Explaining Your Code To An Inanimate Object Is A Programming Trick Known As What?
Answer: Rubber Duck Debugging
Rubber duck debugging is an informal method of debugging code that programmers have long relied on as a simple and cost-effective way to catch code errors. The programmer, once they have finished coding, takes a moment to explain the code, line by line, to the rubber duck on their desk (or whatever other inanimate object, like a figurine or toy, they have handy).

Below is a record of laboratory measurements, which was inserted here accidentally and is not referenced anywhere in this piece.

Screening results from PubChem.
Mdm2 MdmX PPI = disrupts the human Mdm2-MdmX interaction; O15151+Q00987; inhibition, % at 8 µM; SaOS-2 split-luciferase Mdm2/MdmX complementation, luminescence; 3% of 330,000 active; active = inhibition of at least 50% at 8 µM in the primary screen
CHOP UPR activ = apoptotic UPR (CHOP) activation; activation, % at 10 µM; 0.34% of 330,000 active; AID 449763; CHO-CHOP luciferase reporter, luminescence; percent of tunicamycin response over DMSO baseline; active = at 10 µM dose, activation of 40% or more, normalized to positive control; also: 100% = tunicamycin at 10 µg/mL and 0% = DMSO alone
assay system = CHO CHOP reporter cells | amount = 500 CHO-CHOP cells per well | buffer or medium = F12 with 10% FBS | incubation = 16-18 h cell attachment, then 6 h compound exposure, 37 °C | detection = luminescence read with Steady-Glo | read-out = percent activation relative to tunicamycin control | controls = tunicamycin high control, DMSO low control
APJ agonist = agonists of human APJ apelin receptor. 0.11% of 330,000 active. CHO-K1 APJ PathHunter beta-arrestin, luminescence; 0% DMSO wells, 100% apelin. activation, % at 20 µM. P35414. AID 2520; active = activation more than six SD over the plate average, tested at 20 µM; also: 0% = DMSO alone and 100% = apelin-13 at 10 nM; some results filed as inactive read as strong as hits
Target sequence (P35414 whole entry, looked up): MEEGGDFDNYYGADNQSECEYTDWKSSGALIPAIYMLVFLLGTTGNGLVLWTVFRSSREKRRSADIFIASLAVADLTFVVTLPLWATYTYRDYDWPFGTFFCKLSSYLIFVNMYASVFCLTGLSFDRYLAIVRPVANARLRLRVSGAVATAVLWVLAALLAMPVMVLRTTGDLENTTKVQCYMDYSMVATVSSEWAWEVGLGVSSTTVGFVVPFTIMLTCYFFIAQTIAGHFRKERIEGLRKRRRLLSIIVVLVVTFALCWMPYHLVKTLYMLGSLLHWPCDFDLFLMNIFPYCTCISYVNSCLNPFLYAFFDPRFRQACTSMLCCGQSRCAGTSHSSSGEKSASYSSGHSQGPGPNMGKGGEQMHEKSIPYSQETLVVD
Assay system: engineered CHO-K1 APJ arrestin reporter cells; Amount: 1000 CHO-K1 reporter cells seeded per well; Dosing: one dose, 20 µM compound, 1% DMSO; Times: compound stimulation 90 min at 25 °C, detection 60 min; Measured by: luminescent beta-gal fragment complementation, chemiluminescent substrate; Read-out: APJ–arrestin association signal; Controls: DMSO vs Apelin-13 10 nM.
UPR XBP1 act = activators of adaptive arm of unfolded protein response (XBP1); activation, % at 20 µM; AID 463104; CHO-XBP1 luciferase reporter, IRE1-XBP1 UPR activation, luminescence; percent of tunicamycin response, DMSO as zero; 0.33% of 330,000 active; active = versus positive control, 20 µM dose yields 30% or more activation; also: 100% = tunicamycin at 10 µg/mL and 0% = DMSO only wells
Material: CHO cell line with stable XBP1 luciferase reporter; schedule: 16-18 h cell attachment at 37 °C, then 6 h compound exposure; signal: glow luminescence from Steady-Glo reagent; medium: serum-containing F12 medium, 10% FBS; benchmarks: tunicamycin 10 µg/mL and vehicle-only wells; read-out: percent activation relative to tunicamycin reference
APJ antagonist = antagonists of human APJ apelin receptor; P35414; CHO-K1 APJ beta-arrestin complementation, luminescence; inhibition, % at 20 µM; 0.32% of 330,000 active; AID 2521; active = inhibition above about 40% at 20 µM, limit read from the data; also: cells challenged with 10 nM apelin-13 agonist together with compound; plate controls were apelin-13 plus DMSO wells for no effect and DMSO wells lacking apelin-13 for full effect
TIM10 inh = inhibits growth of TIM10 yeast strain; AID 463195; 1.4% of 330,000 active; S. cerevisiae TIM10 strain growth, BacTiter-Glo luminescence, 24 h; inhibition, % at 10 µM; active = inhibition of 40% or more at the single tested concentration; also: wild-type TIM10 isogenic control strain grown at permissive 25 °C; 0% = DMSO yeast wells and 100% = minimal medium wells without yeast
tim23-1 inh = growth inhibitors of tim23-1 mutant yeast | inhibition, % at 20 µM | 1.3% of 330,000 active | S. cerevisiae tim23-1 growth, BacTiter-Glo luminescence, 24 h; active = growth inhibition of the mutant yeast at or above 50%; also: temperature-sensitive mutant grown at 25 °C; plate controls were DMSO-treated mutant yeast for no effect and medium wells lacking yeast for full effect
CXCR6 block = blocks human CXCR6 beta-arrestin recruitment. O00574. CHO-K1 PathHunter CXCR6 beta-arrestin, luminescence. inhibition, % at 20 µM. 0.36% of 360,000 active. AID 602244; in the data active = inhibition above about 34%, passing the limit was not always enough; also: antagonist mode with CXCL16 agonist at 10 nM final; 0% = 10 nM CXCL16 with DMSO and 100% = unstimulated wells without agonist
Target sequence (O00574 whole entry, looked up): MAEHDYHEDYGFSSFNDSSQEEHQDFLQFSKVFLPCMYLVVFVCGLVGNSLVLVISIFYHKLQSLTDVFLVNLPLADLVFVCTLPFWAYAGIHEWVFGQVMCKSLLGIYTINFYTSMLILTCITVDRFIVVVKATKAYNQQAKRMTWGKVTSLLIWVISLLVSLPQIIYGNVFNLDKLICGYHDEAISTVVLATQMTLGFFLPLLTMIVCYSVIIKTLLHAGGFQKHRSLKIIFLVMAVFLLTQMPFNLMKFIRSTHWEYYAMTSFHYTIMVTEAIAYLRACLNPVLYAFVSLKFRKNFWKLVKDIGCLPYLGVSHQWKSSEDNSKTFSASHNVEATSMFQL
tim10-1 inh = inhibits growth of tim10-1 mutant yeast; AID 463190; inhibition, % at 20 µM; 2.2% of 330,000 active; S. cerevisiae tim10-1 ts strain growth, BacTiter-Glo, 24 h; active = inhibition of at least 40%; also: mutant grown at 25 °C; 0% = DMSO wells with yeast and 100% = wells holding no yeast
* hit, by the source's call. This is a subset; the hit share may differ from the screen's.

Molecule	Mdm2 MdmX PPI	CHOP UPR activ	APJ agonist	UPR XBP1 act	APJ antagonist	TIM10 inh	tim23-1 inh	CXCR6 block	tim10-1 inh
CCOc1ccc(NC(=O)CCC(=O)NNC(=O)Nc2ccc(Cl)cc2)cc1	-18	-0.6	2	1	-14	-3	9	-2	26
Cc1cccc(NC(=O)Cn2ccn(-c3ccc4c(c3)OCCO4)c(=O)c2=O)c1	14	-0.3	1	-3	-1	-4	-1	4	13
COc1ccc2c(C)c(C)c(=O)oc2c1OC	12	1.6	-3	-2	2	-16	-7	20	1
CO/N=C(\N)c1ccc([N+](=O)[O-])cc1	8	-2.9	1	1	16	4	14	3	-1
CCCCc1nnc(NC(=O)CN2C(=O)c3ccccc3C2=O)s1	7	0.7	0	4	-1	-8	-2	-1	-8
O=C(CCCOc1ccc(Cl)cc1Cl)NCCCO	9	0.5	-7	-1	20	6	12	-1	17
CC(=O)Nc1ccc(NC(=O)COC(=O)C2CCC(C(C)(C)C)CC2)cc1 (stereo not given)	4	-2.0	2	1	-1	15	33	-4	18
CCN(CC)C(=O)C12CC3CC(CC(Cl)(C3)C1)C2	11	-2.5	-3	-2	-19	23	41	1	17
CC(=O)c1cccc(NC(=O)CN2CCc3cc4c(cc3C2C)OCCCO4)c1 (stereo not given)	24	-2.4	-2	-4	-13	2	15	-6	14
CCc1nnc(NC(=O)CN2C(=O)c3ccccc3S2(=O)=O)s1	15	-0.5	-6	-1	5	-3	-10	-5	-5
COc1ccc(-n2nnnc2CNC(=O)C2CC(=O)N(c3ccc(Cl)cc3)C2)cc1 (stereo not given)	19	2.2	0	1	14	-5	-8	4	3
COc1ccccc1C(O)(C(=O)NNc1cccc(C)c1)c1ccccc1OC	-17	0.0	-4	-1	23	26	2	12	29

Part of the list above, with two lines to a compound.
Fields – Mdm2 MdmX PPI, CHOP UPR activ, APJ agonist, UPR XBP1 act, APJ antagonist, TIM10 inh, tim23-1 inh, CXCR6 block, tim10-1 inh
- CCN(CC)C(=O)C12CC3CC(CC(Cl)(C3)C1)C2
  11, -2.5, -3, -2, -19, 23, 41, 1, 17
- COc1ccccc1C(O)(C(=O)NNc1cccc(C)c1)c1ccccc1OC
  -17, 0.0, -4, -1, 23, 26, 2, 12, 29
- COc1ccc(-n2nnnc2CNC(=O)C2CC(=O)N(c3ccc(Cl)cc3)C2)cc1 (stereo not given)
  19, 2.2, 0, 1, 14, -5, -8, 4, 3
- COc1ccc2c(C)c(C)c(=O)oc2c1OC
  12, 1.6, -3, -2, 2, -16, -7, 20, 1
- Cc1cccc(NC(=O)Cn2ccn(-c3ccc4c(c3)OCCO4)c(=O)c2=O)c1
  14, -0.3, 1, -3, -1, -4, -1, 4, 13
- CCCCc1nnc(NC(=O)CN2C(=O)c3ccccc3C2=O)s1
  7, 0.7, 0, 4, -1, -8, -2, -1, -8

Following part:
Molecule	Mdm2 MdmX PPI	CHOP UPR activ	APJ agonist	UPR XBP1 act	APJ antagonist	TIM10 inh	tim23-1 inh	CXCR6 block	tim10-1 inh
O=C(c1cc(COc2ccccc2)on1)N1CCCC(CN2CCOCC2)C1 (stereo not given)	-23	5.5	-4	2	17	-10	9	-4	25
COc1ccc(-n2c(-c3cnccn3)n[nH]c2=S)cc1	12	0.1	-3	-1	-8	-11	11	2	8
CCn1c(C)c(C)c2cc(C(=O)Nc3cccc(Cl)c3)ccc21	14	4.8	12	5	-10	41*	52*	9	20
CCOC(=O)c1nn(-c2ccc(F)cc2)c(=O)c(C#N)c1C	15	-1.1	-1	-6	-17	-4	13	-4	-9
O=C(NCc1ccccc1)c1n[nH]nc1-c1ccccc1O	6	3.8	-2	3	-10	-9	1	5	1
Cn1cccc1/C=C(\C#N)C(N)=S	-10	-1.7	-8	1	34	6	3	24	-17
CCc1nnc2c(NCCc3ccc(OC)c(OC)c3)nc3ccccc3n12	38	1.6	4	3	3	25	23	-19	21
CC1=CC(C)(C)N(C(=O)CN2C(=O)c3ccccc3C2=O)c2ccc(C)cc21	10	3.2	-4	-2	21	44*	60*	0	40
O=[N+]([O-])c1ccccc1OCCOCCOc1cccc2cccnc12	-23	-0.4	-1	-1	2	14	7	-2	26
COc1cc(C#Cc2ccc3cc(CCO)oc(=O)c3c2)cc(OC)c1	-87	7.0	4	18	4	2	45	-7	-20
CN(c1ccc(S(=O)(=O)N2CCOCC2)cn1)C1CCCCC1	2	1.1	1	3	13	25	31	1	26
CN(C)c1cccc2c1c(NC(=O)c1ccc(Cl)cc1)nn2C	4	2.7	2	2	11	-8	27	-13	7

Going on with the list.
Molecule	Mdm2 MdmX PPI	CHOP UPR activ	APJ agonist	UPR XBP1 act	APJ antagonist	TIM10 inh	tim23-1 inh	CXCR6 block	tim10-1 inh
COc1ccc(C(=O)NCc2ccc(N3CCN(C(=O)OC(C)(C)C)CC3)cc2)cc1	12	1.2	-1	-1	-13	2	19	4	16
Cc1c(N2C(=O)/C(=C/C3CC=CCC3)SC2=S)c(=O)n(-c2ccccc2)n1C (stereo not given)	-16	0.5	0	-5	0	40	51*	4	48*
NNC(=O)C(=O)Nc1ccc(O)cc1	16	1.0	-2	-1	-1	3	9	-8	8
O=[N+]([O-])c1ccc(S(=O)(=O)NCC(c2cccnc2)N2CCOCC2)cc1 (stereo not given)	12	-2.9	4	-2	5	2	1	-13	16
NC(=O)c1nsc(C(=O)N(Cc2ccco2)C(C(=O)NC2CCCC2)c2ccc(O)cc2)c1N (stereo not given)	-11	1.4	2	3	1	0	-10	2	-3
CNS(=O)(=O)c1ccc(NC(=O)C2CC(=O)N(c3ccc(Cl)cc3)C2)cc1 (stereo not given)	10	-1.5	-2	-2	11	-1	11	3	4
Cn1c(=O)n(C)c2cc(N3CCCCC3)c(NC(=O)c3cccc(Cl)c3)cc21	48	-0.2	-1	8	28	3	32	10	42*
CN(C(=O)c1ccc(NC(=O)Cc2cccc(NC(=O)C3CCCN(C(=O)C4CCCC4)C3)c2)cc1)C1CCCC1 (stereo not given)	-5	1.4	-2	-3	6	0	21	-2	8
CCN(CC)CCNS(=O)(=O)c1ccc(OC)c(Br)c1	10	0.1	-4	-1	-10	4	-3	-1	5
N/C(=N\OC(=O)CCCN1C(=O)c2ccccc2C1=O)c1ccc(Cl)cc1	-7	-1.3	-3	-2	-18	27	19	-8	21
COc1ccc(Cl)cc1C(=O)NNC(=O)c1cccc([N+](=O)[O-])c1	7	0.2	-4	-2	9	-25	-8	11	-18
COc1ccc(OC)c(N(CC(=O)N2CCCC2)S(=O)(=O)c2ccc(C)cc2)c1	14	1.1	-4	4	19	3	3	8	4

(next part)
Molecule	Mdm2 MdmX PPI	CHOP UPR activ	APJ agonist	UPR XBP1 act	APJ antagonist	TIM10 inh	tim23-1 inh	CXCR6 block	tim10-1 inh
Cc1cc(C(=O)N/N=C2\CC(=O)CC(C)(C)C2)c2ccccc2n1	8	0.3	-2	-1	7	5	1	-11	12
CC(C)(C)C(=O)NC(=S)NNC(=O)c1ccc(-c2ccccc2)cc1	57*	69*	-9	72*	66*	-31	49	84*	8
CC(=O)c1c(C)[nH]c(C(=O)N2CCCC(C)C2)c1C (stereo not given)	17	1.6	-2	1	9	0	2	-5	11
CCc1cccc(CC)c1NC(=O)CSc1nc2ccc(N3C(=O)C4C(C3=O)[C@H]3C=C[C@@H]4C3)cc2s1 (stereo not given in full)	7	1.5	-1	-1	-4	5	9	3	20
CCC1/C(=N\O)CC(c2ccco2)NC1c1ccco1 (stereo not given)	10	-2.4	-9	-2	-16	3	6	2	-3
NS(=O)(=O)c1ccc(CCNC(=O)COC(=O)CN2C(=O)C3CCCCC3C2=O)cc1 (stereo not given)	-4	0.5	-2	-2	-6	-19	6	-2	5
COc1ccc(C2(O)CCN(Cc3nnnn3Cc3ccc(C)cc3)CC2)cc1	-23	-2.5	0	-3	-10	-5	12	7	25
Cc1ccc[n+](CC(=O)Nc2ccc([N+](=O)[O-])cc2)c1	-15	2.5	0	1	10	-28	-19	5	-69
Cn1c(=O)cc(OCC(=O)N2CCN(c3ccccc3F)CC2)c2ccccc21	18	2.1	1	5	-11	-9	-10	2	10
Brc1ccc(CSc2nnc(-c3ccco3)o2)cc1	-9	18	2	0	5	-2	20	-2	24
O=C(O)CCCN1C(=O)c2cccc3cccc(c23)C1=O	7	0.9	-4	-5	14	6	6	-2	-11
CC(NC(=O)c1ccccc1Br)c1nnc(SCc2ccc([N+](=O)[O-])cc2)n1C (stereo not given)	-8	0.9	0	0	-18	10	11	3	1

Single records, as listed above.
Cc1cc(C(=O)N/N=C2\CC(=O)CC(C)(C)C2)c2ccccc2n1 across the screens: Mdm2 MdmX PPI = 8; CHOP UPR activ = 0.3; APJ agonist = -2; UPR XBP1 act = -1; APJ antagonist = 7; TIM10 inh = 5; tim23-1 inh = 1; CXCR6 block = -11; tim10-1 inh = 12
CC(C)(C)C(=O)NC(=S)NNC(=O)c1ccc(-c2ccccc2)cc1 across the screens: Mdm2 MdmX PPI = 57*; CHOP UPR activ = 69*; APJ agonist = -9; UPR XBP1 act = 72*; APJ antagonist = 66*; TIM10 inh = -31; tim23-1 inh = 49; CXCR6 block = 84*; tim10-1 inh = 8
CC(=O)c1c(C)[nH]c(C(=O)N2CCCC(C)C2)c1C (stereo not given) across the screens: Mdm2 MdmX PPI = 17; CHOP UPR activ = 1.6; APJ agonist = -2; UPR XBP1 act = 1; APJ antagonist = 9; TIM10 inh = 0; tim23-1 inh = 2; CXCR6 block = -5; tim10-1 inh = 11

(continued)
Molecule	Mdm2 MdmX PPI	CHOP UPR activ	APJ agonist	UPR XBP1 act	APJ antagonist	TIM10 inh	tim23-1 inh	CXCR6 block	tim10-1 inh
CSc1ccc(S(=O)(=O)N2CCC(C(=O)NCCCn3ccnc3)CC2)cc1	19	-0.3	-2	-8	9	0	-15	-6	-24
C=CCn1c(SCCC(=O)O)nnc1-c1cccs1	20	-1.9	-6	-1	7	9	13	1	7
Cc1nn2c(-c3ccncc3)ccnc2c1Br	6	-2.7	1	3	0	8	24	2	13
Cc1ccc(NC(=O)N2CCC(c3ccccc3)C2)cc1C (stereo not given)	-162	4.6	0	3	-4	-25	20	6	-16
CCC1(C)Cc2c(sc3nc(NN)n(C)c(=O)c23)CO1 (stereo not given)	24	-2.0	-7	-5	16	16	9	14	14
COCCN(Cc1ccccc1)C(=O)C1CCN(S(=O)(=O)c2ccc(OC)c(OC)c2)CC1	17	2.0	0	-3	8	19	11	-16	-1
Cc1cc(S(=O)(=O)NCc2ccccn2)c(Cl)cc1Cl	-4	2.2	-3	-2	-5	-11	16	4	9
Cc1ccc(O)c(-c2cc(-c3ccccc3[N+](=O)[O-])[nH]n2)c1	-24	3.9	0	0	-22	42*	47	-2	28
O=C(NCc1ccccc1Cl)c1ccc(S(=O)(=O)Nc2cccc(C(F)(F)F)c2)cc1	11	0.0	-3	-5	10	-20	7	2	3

By poring over their own code and explaining it out loud to the inanimate object, the programmer will often times catch errors in the code as the mismatch between what the program is supposed to do and what the code on the screen actually does is made more apparent—the programmer’s version of a student reading their term paper out loud to check for errors.
Other terms for rubber duck debugging include confessional debugging and cardboard programmer.